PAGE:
We present the pair of games from the recently-concluded match conducted by cable between the Liverpool and Johannesburg chess clubs. Both contests were drawn following careful play, with the moment of greatest interest likely being that after Black's 32nd move in the second game appended below, when the Liverpool side, playing White, could have gained a pawn by force, but rightly resisted the temptation to do so, as the resulting pawn endgame would have been won for Johannesburg despite its material deficit. The venerable Master Amos Burn served as captain for the Liverpool squad, while Johannesburg was led by Bruno Siegheim, a native German well-known in New York chess circles from his time spent in this city a decade or so ago.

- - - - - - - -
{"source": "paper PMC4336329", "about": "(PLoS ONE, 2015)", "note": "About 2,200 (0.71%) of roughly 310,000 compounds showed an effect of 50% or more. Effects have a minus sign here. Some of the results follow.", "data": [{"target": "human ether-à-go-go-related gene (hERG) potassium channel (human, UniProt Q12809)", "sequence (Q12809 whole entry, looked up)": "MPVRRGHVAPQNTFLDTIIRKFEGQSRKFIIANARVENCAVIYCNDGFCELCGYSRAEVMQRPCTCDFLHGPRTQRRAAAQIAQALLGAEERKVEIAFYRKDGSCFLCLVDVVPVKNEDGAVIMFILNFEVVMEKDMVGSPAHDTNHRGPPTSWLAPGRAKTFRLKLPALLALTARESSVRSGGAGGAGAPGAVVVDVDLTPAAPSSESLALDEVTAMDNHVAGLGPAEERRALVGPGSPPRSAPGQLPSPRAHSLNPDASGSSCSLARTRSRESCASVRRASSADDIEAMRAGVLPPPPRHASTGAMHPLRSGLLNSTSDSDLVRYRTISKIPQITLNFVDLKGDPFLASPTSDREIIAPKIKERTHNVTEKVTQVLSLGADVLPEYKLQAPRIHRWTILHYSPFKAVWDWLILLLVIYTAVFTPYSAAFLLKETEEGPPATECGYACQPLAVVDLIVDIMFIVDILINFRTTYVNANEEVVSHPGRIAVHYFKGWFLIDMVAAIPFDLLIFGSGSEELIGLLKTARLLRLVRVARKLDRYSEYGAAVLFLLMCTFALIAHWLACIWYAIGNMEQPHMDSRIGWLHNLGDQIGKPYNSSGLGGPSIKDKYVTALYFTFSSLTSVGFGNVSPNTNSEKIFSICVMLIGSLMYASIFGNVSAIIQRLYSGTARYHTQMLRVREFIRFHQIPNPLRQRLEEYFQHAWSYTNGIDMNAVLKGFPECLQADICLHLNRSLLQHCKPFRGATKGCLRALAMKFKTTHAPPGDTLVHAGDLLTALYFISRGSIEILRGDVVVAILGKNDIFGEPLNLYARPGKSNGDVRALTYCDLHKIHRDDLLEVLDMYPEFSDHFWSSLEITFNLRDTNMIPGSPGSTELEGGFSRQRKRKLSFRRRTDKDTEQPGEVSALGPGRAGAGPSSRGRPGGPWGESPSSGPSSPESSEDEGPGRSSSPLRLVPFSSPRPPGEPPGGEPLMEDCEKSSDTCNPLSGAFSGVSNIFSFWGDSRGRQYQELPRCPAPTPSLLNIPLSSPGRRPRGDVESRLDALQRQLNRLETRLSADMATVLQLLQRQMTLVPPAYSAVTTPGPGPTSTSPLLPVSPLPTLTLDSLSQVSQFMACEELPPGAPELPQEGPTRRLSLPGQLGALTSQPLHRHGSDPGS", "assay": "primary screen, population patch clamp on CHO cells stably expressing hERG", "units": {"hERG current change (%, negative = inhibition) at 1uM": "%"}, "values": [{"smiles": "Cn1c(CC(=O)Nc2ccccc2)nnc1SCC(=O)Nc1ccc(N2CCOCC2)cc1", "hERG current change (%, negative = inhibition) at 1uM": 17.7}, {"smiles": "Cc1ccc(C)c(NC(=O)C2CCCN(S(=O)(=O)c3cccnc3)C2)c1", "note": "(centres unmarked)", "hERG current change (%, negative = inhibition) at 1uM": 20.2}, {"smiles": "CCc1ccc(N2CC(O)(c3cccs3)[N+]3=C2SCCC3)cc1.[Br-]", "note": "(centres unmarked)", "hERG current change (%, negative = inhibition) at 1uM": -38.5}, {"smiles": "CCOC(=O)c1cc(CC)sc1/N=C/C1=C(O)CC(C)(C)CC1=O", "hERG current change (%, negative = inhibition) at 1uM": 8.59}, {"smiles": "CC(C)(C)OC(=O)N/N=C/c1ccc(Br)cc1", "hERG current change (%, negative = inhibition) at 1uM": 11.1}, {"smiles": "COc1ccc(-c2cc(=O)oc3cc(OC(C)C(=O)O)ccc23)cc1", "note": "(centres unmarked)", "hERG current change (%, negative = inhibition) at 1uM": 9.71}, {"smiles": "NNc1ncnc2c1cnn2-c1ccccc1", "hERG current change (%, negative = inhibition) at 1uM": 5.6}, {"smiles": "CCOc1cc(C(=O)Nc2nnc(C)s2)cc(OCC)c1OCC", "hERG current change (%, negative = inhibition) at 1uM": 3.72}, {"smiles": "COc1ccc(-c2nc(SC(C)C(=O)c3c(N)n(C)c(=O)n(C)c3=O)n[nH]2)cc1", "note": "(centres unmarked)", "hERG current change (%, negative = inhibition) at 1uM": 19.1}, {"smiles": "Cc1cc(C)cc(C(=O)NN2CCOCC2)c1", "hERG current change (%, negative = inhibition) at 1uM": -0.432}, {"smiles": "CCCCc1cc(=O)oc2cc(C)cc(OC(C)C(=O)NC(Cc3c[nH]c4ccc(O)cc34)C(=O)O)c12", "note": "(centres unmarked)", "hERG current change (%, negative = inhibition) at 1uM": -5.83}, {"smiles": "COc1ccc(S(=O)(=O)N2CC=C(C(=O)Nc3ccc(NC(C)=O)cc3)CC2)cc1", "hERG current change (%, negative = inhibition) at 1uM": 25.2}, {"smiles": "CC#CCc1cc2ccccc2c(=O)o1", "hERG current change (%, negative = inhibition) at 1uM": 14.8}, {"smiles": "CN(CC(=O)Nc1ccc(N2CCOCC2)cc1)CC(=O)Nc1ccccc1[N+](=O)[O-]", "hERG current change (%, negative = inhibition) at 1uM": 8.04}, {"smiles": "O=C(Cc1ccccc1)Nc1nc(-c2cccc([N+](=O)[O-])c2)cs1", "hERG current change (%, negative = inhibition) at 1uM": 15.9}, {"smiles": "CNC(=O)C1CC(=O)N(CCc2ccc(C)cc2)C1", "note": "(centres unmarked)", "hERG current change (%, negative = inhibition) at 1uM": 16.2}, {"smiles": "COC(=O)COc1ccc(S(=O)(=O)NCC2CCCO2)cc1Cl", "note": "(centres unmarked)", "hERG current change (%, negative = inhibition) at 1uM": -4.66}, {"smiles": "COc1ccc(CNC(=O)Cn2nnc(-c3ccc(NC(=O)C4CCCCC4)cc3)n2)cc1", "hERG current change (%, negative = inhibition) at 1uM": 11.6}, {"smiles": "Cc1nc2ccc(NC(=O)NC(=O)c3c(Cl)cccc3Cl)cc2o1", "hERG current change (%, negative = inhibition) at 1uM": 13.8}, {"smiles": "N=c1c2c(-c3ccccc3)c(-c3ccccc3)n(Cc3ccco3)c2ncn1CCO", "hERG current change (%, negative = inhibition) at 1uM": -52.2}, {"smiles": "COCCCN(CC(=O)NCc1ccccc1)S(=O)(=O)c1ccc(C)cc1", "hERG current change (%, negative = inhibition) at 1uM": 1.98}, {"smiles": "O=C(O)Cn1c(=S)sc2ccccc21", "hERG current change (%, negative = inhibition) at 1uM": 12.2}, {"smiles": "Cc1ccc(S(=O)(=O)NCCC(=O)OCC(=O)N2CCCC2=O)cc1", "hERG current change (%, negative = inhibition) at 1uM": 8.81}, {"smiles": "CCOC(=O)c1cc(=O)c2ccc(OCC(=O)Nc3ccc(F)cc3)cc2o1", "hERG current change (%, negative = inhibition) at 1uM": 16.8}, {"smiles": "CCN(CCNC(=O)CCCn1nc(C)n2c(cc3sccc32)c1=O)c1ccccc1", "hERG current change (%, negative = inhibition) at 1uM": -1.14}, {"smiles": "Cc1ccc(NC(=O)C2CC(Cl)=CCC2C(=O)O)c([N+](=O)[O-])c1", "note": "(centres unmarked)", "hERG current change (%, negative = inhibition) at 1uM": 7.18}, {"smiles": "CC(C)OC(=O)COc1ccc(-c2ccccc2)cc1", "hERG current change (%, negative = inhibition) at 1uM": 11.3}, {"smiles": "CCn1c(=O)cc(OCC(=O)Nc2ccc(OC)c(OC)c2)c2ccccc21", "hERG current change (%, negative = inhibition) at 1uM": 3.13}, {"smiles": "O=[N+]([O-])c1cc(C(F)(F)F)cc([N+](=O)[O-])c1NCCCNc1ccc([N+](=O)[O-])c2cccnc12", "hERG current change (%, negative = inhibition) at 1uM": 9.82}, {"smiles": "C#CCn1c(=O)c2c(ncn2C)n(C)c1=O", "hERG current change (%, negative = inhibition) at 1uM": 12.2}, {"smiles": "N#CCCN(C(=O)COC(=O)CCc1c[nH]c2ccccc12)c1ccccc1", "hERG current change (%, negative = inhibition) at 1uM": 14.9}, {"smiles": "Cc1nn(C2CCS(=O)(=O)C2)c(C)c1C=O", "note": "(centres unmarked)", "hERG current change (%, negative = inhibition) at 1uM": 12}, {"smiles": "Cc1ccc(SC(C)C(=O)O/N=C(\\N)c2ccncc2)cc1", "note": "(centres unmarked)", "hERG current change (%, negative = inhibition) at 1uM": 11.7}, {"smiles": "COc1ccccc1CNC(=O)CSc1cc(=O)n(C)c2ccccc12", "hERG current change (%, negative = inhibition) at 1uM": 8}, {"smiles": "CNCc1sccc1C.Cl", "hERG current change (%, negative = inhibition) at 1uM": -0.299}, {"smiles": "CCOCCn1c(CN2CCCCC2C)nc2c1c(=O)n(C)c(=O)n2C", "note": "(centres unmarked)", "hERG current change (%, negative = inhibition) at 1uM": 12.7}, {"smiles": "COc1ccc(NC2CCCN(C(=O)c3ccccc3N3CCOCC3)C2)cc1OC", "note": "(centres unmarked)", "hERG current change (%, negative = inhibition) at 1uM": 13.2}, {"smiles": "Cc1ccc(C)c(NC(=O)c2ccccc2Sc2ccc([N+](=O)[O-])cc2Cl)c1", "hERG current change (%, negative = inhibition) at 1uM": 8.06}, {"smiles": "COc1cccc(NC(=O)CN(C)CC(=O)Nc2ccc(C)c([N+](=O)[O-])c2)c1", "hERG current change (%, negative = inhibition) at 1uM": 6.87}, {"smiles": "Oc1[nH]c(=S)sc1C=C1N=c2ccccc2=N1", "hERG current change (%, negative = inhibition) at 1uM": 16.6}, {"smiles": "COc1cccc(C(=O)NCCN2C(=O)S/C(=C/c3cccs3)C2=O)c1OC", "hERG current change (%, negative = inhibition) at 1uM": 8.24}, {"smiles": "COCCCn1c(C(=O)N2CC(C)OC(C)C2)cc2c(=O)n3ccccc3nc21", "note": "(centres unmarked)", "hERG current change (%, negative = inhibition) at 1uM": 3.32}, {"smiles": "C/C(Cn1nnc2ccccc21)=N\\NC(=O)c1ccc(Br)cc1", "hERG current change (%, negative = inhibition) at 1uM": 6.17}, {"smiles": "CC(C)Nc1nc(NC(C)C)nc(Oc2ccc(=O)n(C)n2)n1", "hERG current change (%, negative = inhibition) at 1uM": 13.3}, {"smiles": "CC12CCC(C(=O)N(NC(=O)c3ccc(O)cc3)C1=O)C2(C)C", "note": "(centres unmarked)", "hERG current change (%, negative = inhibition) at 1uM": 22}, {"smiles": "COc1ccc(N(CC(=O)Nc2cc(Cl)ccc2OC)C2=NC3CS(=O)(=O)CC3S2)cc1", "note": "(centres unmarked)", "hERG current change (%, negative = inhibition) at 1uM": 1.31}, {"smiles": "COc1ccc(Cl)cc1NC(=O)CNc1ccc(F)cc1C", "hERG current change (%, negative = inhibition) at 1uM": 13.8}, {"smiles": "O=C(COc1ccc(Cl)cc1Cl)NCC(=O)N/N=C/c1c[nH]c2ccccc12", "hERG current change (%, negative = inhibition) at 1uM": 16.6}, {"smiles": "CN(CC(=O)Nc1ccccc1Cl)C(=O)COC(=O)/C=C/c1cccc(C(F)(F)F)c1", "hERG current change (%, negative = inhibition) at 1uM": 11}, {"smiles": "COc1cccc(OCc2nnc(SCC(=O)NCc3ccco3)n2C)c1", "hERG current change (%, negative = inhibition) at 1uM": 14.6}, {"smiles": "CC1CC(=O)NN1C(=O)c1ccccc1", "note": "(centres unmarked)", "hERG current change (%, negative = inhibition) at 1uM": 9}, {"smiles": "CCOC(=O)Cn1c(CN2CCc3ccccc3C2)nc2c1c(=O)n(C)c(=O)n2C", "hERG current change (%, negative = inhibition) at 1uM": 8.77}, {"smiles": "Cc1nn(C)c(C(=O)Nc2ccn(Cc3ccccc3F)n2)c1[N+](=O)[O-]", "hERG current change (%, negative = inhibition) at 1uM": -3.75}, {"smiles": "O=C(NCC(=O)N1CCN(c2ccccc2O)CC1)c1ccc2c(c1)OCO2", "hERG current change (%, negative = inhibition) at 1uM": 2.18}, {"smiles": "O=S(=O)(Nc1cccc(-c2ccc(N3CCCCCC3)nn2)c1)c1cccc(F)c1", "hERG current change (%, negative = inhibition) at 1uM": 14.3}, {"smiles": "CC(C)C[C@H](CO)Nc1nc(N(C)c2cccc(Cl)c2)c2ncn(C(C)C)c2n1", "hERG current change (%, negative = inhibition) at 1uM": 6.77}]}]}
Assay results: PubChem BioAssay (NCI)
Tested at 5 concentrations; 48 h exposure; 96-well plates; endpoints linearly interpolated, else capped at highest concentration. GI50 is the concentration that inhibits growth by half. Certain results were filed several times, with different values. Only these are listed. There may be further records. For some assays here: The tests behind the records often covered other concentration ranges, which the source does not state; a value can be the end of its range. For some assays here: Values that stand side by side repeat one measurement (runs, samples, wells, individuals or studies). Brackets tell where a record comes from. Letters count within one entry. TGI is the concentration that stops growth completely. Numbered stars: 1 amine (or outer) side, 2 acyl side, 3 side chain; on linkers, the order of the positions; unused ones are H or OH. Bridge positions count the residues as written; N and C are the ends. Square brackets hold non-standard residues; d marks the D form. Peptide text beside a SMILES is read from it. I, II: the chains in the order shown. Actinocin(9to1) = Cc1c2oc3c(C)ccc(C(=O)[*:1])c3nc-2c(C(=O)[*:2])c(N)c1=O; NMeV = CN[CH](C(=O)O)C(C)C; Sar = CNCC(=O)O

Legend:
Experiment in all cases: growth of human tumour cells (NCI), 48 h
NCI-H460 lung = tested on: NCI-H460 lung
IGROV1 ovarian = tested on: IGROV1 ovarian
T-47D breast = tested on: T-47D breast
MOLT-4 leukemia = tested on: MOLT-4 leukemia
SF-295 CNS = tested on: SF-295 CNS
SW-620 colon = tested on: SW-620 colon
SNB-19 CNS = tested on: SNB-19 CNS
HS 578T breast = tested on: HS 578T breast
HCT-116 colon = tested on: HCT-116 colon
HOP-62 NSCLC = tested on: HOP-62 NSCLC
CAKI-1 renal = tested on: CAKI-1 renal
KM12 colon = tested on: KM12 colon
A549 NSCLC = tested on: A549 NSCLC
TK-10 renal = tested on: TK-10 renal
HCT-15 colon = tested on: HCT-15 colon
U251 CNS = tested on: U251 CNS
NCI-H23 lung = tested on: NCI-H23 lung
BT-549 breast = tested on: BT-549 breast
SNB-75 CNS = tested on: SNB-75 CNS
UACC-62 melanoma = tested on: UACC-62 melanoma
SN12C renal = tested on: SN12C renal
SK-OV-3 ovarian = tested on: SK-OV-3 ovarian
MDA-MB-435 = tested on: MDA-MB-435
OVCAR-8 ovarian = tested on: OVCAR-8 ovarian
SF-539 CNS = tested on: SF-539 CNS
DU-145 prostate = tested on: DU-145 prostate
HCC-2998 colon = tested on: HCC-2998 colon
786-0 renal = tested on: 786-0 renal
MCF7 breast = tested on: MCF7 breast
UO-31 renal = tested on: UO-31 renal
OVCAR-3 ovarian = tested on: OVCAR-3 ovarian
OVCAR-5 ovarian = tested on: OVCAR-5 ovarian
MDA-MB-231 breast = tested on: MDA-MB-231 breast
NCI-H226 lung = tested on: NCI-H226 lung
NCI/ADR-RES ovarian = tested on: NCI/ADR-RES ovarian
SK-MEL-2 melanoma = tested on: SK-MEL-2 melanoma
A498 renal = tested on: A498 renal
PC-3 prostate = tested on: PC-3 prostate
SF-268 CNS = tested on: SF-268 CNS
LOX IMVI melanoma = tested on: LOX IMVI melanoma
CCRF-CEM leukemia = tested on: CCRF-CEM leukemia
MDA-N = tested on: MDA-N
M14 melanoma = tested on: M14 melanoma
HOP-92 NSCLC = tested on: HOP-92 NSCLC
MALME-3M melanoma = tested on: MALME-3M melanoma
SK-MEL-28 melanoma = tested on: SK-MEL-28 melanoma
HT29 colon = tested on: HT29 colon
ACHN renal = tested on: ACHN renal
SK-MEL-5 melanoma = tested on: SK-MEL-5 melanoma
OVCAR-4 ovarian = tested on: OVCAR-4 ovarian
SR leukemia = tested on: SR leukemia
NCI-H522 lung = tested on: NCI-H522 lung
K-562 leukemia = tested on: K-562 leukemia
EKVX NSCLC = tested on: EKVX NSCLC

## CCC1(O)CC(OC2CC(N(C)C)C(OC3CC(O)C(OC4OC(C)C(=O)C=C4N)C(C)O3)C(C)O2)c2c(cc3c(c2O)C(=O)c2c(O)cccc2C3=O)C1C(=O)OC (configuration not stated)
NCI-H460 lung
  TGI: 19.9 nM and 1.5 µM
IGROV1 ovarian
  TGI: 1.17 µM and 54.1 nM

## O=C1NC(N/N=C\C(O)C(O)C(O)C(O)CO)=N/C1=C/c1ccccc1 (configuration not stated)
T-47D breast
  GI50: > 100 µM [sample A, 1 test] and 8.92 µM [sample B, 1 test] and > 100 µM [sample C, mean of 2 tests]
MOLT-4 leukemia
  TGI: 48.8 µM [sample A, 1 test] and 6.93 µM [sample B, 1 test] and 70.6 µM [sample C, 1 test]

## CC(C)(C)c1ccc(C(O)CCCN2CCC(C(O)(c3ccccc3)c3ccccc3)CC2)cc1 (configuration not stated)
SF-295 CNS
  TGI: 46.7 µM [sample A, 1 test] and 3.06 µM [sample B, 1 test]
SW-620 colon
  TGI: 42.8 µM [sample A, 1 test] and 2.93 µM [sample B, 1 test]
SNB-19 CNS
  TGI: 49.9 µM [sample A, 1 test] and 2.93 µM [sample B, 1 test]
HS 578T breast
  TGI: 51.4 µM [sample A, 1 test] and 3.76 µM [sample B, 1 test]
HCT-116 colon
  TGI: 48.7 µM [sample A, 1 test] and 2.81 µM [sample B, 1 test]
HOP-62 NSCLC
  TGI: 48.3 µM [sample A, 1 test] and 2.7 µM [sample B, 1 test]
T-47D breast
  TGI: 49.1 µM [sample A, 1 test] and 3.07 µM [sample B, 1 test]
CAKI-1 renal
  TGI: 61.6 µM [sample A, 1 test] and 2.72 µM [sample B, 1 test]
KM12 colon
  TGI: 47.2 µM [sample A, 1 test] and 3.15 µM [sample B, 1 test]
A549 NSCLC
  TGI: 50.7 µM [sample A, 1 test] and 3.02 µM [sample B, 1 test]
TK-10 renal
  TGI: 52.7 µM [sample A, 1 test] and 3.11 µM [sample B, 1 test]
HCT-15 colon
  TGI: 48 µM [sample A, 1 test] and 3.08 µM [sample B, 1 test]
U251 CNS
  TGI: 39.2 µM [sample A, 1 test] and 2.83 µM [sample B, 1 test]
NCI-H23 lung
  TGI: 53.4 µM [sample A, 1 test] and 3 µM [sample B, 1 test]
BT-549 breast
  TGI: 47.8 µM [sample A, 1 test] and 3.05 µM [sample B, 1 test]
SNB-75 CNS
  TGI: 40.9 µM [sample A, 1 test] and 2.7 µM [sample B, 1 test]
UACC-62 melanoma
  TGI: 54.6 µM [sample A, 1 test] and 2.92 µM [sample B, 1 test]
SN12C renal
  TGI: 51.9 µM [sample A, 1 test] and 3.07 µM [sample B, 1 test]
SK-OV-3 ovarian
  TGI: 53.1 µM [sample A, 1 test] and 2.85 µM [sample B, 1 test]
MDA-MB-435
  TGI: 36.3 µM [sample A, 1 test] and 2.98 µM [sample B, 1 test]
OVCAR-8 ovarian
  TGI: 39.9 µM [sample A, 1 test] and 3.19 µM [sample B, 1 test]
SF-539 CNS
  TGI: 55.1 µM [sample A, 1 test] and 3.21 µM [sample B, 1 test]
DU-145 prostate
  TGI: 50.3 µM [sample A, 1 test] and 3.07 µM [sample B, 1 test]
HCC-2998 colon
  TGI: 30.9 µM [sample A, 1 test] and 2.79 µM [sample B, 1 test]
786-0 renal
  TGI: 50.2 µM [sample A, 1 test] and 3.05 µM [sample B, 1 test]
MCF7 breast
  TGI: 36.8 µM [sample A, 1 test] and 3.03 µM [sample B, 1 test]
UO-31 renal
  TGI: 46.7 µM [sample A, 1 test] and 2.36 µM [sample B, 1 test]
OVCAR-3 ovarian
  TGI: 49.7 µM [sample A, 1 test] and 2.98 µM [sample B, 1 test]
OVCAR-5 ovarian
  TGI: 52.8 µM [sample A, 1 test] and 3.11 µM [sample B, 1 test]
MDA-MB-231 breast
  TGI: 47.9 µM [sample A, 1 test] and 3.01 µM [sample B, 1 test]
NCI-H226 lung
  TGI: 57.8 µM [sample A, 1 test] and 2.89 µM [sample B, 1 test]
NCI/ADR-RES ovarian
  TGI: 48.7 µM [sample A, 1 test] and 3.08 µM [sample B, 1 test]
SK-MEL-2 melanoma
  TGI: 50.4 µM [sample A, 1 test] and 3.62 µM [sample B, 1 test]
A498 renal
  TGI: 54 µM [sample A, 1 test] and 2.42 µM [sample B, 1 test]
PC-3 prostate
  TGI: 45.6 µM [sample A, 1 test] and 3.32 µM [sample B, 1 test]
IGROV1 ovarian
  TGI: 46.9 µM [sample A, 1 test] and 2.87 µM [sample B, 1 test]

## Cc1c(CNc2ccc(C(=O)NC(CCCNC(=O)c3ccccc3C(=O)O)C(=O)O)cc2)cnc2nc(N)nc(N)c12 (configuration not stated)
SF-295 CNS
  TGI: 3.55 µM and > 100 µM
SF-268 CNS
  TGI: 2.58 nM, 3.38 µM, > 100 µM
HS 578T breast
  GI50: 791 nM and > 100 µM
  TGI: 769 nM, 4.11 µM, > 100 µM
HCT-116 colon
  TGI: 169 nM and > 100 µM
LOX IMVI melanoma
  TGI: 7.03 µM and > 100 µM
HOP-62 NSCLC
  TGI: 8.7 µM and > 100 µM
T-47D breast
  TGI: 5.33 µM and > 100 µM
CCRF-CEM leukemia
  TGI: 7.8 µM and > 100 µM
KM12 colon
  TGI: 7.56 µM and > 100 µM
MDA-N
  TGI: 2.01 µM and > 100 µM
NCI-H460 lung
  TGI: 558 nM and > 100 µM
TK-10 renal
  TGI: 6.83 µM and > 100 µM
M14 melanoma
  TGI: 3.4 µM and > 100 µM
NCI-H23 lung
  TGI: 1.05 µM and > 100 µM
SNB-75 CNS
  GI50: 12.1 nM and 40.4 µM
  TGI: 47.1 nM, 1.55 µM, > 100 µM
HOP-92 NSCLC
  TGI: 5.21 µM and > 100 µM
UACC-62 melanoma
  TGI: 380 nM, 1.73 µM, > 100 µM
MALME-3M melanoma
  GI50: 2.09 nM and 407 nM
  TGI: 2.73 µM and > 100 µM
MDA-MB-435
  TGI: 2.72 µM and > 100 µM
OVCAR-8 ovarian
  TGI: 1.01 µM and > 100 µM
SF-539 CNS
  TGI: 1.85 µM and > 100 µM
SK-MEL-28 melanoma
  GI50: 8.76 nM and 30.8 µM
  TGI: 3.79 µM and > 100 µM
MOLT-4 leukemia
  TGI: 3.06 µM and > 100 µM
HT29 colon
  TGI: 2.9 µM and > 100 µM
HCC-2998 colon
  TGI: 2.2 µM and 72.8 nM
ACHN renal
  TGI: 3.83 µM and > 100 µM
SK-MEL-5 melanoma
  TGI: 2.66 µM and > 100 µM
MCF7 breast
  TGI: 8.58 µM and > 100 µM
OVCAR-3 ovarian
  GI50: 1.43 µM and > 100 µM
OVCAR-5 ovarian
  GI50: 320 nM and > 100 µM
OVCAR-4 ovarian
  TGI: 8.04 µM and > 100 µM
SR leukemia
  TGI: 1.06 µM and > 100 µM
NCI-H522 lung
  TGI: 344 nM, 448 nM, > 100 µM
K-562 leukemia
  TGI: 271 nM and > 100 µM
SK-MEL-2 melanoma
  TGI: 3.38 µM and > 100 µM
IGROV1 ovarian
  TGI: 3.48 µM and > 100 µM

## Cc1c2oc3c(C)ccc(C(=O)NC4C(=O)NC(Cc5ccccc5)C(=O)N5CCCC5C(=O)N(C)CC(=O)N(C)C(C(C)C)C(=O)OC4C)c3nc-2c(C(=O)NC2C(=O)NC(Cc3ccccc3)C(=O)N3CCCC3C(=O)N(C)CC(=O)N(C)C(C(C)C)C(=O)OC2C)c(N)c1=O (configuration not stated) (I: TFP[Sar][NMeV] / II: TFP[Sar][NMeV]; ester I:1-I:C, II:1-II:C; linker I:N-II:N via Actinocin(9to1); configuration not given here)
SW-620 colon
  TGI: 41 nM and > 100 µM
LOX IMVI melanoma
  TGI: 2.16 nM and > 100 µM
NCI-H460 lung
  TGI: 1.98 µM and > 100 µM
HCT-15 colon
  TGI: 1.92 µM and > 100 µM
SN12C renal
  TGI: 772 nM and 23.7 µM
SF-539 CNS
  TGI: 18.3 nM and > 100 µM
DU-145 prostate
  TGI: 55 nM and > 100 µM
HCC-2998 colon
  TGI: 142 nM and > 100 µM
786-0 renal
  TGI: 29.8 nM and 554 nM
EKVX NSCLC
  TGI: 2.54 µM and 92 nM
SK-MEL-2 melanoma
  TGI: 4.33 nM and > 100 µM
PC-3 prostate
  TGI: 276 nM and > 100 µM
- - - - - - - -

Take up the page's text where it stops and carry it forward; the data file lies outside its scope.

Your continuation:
That modern means of communication make possible the playing of chess games over vast distances at whirlwind speed remains a source of wonder and delight to us. This is not the languid chess world of our youth, and we welcome the change. Let us hope that today's young players, born into this era of extraordinary scientific innovation, will fully appreciate the great gifts they have received.